Can entrepreneurship be encouraged in Europe without changing the continent’s social welfare policies? Will Europe over-regulate finance in response to the crisis of 2008? Is Italy the new “sick man of Europe”? Has Europe neglected its eastern backyard?
Change is confronting Europe’s boardrooms and governments with new imperatives. The euro, global competition, and tight credit are forcing companies to restructure and bureaucrats to get out of their way. With capital markets, rather than obedient house banks, increasingly the source of corporate finance, Europe’s old power structures, as well as the state’s means of influencing investment, are giving way. But giving way to what? An Anglo-Saxon economy? A genuinely new European model? Something in between?
These are among the many questions tackled by Project Syndicate’s monthly series European Economies. Edited by one of the architects of the euro, Niels Thygesen of the University of Copenhagen, commentaries in European Economies address pan-European problems, developments in individual countries, and economic relations between Europe and the rest of the world.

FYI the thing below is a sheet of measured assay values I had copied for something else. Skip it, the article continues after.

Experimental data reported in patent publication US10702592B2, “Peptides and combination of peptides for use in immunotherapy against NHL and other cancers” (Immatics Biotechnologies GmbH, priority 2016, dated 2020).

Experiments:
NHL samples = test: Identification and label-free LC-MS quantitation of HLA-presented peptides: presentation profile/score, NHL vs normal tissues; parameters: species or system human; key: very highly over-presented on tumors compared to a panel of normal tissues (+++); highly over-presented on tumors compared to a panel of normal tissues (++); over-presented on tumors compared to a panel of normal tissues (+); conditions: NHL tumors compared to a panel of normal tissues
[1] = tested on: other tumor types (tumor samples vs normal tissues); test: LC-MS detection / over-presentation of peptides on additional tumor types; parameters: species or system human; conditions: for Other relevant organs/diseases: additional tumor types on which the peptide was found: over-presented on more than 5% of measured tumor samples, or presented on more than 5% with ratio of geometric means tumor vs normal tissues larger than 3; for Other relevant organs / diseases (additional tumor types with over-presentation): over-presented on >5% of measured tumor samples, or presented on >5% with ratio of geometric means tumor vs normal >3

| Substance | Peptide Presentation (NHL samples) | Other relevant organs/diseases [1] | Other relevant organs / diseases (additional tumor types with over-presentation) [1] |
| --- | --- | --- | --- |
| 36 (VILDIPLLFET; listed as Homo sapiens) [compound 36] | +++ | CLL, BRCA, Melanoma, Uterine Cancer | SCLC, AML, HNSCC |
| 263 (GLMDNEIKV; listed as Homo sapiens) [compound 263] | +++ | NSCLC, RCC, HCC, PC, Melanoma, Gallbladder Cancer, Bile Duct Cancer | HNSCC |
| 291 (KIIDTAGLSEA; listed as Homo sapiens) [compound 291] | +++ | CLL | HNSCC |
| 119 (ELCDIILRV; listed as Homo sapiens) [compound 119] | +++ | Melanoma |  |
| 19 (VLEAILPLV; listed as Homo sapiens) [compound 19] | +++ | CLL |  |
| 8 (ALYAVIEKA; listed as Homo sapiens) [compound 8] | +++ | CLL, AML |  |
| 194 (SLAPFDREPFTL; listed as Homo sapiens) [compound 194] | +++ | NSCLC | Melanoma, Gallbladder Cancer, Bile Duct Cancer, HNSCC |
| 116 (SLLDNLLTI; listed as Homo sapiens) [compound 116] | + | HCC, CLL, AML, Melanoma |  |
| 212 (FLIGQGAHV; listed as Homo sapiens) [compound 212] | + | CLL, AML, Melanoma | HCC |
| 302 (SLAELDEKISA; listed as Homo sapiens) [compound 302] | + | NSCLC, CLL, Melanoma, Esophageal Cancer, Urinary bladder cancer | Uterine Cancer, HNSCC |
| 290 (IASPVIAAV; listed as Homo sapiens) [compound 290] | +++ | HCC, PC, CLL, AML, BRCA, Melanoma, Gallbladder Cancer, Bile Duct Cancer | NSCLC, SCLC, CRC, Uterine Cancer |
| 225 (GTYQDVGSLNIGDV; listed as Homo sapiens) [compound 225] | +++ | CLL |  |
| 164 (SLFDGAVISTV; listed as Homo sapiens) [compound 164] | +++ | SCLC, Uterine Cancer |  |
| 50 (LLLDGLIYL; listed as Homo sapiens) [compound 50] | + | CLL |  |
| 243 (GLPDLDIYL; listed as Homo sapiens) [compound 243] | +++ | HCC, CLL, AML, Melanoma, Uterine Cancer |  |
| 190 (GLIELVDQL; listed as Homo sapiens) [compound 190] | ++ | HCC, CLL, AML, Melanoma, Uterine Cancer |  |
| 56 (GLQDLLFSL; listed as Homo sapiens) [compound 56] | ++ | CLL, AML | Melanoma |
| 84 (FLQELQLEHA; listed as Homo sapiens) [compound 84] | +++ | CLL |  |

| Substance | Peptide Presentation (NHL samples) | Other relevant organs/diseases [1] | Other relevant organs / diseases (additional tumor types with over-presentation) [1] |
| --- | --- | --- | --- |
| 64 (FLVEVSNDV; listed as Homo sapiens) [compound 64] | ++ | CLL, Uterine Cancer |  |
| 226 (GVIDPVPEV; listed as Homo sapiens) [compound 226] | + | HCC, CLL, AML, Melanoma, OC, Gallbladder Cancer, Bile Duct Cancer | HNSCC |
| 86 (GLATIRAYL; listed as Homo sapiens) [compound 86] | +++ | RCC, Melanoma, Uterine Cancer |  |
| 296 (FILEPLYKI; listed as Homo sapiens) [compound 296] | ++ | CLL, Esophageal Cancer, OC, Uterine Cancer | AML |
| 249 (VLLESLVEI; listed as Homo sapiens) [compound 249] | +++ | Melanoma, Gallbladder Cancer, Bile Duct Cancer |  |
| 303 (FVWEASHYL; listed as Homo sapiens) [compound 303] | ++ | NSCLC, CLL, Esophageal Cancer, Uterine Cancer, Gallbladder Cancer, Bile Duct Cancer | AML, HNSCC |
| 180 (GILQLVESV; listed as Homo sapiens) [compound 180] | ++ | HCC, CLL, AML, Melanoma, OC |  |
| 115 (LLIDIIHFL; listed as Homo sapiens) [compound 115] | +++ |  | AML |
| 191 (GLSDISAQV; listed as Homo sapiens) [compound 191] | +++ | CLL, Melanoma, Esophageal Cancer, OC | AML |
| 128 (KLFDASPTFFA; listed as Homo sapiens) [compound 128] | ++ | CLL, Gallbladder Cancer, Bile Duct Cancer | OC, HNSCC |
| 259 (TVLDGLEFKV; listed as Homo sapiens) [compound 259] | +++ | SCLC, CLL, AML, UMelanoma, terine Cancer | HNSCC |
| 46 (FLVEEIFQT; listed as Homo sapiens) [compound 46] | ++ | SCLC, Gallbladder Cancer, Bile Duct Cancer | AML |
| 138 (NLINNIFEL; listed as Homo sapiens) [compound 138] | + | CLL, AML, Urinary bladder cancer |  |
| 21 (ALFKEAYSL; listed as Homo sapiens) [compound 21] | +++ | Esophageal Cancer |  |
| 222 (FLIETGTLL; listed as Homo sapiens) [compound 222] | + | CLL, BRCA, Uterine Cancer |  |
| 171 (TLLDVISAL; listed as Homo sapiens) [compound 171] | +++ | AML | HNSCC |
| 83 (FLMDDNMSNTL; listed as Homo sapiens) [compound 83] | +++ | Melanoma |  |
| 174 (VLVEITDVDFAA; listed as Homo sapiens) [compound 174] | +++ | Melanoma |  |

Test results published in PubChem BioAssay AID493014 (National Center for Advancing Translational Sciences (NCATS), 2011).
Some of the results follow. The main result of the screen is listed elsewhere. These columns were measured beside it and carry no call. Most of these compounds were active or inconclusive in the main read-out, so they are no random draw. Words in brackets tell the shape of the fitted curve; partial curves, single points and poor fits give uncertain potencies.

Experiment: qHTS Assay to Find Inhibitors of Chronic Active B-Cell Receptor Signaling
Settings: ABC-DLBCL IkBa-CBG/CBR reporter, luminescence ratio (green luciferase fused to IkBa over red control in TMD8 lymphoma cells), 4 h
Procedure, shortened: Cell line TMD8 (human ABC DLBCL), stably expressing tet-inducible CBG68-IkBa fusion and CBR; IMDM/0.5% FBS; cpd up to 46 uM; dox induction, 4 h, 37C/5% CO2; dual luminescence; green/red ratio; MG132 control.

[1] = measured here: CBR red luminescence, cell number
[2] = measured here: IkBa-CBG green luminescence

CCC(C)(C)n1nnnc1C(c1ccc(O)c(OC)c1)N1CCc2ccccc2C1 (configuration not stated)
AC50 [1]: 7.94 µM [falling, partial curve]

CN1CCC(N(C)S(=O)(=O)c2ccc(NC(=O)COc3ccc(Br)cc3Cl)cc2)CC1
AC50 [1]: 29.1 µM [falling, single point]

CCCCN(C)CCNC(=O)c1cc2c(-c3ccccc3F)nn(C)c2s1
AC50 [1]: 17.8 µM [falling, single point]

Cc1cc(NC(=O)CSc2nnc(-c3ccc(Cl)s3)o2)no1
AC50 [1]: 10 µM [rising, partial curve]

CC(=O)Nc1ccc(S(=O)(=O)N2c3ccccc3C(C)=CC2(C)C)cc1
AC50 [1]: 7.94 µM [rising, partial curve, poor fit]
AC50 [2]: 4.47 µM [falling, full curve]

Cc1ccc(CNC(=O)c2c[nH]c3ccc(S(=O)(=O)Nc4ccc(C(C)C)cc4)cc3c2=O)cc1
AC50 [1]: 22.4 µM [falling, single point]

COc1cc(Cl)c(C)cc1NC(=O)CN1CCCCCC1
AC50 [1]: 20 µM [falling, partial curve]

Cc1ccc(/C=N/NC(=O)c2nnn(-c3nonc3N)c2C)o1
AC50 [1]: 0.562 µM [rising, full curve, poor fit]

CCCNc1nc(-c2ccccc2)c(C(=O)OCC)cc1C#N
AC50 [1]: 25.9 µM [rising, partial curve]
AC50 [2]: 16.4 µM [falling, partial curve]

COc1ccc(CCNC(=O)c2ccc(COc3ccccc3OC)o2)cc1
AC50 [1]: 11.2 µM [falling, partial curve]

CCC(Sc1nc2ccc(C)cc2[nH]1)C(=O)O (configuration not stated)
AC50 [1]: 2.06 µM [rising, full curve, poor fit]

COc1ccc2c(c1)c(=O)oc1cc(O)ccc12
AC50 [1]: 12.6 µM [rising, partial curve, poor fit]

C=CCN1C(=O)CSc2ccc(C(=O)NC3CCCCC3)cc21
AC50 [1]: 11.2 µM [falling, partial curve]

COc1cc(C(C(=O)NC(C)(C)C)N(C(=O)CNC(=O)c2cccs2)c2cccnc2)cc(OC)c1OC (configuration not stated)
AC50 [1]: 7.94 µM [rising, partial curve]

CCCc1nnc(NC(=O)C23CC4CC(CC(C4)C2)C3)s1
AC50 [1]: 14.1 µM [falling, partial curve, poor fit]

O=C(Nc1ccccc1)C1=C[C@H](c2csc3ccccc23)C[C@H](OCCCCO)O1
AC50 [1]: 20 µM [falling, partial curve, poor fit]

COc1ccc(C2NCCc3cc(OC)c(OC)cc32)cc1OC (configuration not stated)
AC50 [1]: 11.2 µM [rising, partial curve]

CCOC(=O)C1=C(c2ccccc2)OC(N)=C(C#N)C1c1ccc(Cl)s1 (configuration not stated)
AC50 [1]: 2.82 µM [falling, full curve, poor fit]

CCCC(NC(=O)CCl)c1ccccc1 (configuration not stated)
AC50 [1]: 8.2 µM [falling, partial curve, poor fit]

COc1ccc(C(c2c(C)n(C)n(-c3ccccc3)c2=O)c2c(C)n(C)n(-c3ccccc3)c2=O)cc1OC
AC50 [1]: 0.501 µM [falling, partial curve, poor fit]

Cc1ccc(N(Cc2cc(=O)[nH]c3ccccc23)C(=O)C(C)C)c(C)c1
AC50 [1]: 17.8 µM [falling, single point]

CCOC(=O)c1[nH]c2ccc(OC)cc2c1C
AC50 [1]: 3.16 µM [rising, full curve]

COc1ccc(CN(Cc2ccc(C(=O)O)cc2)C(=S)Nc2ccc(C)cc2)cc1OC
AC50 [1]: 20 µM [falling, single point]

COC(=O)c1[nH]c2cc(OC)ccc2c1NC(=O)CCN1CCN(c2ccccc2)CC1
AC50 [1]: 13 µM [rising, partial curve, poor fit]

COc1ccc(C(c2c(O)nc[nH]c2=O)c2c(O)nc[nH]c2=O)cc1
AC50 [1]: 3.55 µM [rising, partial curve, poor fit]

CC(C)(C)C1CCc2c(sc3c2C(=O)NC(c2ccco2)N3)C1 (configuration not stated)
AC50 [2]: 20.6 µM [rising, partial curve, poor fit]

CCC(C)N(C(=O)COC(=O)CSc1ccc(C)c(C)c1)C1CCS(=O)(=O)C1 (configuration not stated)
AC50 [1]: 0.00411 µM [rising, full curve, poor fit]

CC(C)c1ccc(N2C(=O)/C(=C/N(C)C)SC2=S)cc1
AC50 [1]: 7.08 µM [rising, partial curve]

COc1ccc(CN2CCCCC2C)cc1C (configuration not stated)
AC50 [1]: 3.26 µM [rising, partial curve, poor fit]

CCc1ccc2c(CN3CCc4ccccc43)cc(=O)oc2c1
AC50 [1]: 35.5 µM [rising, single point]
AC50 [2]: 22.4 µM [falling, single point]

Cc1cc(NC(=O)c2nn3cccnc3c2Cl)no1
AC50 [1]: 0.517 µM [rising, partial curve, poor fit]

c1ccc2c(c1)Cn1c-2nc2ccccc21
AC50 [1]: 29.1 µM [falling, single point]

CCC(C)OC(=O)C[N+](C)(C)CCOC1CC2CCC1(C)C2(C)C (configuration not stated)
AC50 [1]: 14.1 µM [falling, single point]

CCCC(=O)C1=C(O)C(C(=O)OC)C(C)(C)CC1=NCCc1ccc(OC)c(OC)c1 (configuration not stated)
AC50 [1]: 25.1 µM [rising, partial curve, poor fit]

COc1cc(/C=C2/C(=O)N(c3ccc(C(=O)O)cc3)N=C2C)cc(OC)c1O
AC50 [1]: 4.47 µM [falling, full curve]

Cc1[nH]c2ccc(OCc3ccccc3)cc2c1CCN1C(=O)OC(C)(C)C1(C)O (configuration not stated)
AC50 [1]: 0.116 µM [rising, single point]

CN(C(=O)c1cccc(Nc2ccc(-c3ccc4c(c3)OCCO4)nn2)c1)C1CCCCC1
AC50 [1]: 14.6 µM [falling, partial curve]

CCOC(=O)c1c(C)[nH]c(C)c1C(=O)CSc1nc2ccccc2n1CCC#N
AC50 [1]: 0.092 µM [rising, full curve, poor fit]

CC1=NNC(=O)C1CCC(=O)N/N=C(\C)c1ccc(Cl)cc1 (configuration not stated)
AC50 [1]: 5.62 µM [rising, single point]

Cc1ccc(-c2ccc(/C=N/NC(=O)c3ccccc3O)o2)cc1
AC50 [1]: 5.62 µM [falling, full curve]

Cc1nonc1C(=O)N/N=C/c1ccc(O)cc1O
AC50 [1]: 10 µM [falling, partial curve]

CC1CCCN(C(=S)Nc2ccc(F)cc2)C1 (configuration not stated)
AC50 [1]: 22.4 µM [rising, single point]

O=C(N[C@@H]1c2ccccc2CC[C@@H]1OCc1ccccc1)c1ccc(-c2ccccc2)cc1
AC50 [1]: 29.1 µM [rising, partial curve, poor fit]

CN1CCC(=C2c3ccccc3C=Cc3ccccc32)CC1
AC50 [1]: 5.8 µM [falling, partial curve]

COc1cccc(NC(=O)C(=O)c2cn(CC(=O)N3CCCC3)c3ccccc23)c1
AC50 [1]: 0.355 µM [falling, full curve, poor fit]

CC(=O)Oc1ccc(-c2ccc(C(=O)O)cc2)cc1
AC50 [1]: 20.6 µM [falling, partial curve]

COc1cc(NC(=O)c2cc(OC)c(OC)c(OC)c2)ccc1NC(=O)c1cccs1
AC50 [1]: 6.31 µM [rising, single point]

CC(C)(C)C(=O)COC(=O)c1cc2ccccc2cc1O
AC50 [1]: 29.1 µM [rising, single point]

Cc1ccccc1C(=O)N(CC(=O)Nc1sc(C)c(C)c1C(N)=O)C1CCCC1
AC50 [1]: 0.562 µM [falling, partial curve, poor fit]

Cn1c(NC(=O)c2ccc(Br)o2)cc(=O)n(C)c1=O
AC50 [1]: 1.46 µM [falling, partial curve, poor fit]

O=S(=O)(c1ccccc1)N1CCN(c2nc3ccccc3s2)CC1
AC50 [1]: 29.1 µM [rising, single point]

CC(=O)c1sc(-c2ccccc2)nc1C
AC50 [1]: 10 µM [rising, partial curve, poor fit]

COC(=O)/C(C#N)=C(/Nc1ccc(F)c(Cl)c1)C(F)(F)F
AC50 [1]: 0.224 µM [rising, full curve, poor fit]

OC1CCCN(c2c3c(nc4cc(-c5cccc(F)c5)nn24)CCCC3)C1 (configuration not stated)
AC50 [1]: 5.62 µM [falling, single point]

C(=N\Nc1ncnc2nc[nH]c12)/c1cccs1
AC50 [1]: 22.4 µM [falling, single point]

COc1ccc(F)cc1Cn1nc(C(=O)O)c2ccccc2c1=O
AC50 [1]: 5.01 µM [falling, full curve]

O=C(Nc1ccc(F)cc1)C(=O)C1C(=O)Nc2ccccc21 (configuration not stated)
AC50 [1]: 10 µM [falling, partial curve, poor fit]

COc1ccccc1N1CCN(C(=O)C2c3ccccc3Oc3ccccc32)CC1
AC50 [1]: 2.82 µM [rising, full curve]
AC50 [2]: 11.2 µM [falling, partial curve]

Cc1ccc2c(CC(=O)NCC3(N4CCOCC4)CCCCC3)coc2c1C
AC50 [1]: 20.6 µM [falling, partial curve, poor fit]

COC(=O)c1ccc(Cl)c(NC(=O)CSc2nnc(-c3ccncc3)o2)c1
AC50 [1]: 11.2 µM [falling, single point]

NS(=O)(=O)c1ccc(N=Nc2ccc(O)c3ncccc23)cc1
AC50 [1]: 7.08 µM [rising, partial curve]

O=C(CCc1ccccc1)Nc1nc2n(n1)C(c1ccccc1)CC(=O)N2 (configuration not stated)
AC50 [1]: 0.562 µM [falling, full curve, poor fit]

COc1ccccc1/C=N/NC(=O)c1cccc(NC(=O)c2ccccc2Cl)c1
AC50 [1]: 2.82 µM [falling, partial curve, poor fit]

Commentators in this series have included individuals who are shaping the continent’s economic future - people like Edmond Alphandery, former French Finance Minister and current head of France’s national pension fund; Otmar Issing, former chief economist at the European Central Bank; Mario Monti, former EU Competition Commissioner; and leading economists, ranging from Italy’s Guido Tabellini to France’s Jean-Paul Fitoussi to Belgium’s Daniel Gros.Read More Read Less